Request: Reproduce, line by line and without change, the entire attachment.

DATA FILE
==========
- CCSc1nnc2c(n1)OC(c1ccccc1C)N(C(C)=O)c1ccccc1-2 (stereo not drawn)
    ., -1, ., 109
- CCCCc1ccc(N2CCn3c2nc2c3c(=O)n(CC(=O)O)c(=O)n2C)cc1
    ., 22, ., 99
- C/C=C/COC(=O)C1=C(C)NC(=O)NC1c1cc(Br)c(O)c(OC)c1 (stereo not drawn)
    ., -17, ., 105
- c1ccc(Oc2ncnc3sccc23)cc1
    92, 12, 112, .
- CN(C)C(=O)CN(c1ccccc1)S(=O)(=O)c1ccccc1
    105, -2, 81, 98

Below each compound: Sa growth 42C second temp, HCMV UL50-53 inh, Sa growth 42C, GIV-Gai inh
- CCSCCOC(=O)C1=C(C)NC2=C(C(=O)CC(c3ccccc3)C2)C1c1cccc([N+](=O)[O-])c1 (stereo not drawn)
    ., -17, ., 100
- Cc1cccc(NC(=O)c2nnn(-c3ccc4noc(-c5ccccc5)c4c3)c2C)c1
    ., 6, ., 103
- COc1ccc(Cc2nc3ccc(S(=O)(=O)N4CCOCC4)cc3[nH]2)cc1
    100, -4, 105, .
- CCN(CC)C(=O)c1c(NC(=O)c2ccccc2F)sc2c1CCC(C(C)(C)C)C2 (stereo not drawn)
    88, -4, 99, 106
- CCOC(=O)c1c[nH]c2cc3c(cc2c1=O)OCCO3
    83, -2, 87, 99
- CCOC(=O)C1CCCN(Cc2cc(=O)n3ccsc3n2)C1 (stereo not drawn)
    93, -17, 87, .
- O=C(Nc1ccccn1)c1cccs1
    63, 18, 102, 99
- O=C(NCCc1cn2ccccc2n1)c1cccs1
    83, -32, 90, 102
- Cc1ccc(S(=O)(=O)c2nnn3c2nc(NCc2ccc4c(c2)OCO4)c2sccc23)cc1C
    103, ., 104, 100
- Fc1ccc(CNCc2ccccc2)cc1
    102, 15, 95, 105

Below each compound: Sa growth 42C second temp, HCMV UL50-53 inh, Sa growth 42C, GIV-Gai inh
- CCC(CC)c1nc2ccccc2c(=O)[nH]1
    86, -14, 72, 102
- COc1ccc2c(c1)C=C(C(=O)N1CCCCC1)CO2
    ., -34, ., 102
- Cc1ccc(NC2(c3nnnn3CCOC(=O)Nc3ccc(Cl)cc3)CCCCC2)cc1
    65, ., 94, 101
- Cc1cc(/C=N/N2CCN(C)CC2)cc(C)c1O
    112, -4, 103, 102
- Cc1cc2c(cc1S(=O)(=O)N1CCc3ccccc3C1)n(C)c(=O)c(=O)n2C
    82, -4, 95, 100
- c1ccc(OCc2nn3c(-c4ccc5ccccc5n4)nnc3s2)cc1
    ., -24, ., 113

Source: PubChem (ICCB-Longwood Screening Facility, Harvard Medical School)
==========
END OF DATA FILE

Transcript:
- CCSc1nnc2c(n1)OC(c1ccccc1C)N(C(C)=O)c1ccccc1-2 (stereo not drawn)
    ., -1, ., 109
- CCCCc1ccc(N2CCn3c2nc2c3c(=O)n(CC(=O)O)c(=O)n2C)cc1
    ., 22, ., 99
- C/C=C/COC(=O)C1=C(C)NC(=O)NC1c1cc(Br)c(O)c(OC)c1 (stereo not drawn)
    ., -17, ., 105
- c1ccc(Oc2ncnc3sccc23)cc1
    92, 12, 112, .
- CN(C)C(=O)CN(c1ccccc1)S(=O)(=O)c1ccccc1
    105, -2, 81, 98

Below each compound: Sa growth 42C second temp, HCMV UL50-53 inh, Sa growth 42C, GIV-Gai inh
- CCSCCOC(=O)C1=C(C)NC2=C(C(=O)CC(c3ccccc3)C2)C1c1cccc([N+](=O)[O-])c1 (stereo not drawn)
    ., -17, ., 100
- Cc1cccc(NC(=O)c2nnn(-c3ccc4noc(-c5ccccc5)c4c3)c2C)c1
    ., 6, ., 103
- COc1ccc(Cc2nc3ccc(S(=O)(=O)N4CCOCC4)cc3[nH]2)cc1
    100, -4, 105, .
- CCN(CC)C(=O)c1c(NC(=O)c2ccccc2F)sc2c1CCC(C(C)(C)C)C2 (stereo not drawn)
    88, -4, 99, 106
- CCOC(=O)c1c[nH]c2cc3c(cc2c1=O)OCCO3
    83, -2, 87, 99
- CCOC(=O)C1CCCN(Cc2cc(=O)n3ccsc3n2)C1 (stereo not drawn)
    93, -17, 87, .
- O=C(Nc1ccccn1)c1cccs1
    63, 18, 102, 99
- O=C(NCCc1cn2ccccc2n1)c1cccs1
    83, -32, 90, 102
- Cc1ccc(S(=O)(=O)c2nnn3c2nc(NCc2ccc4c(c2)OCO4)c2sccc23)cc1C
    103, ., 104, 100
- Fc1ccc(CNCc2ccccc2)cc1
    102, 15, 95, 105

Below each compound: Sa growth 42C second temp, HCMV UL50-53 inh, Sa growth 42C, GIV-Gai inh
- CCC(CC)c1nc2ccccc2c(=O)[nH]1
    86, -14, 72, 102
- COc1ccc2c(c1)C=C(C(=O)N1CCCCC1)CO2
    ., -34, ., 102
- Cc1ccc(NC2(c3nnnn3CCOC(=O)Nc3ccc(Cl)cc3)CCCCC2)cc1
    65, ., 94, 101
- Cc1cc(/C=N/N2CCN(C)CC2)cc(C)c1O
    112, -4, 103, 102
- Cc1cc2c(cc1S(=O)(=O)N1CCc3ccccc3C1)n(C)c(=O)c(=O)n2C
    82, -4, 95, 100
- c1ccc(OCc2nn3c(-c4ccc5ccccc5n4)nnc3s2)cc1
    ., -24, ., 113

Source: PubChem (ICCB-Longwood Screening Facility, Harvard Medical School)